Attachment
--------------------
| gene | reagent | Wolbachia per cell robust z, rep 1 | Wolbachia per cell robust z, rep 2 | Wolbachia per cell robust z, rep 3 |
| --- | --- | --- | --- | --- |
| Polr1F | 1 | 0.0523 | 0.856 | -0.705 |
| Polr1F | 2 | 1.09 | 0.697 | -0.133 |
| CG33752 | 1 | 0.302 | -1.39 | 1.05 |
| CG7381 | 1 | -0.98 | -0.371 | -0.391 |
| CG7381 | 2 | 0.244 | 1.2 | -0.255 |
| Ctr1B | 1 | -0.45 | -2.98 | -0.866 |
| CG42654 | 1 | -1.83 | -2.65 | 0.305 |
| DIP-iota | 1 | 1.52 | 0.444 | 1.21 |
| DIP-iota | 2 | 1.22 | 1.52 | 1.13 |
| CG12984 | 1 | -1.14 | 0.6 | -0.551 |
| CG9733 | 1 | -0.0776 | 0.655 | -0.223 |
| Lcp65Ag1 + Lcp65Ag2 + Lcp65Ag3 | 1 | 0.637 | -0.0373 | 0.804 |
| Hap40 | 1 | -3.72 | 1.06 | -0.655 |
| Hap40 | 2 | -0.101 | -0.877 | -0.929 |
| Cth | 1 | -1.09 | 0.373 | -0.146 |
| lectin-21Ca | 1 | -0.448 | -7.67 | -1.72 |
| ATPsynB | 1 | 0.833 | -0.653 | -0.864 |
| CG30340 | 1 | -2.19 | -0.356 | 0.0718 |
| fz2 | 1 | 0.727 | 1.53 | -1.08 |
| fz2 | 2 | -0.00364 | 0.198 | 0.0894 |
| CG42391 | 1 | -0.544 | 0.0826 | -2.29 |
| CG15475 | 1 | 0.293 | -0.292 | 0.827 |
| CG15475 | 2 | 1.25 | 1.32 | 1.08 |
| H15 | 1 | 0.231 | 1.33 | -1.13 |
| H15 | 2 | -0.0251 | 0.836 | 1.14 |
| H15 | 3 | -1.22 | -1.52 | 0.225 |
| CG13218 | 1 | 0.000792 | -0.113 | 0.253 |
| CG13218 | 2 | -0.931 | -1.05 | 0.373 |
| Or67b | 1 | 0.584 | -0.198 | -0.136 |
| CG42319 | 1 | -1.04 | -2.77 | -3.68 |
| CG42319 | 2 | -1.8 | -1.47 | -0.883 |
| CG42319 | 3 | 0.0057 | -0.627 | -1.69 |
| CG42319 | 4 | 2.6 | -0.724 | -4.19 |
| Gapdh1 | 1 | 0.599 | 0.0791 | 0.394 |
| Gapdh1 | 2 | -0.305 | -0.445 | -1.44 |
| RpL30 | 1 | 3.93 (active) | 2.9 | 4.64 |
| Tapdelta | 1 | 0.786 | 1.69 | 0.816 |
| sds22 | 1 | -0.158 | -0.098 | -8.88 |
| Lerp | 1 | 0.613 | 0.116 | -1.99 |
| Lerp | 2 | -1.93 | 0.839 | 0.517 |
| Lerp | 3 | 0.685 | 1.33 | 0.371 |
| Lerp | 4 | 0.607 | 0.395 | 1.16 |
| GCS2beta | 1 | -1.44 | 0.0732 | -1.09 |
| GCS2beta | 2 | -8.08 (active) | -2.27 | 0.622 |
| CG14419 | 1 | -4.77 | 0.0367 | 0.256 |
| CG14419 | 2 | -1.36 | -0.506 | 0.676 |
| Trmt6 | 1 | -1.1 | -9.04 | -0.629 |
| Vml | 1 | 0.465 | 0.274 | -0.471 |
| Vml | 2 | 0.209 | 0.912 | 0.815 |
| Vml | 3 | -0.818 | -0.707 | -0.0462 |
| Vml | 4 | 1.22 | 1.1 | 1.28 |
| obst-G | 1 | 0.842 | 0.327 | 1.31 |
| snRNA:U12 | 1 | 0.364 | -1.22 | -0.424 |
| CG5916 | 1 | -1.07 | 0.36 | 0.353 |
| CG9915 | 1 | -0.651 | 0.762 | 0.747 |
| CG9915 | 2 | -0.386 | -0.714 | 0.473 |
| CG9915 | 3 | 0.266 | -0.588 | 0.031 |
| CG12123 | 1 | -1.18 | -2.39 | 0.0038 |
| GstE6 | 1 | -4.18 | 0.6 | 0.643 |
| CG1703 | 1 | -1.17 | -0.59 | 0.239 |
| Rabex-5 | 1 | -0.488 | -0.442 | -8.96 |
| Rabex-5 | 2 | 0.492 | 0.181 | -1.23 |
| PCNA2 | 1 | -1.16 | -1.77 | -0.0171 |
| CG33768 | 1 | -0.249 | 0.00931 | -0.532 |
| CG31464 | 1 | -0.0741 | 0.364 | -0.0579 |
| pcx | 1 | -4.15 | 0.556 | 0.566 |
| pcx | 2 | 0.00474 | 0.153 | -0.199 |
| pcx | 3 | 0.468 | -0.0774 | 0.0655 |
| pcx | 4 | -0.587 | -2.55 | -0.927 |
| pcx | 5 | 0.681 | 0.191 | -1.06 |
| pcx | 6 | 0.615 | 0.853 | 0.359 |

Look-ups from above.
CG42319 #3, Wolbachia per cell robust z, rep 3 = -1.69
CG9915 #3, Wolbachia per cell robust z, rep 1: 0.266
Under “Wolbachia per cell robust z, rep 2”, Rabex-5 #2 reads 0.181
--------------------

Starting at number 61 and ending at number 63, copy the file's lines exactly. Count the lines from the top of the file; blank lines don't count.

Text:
| GstE6 | 1 | -4.18 | 0.6 | 0.643 |
| CG1703 | 1 | -1.17 | -0.59 | 0.239 |
| Rabex-5 | 1 | -0.488 | -0.442 | -8.96 |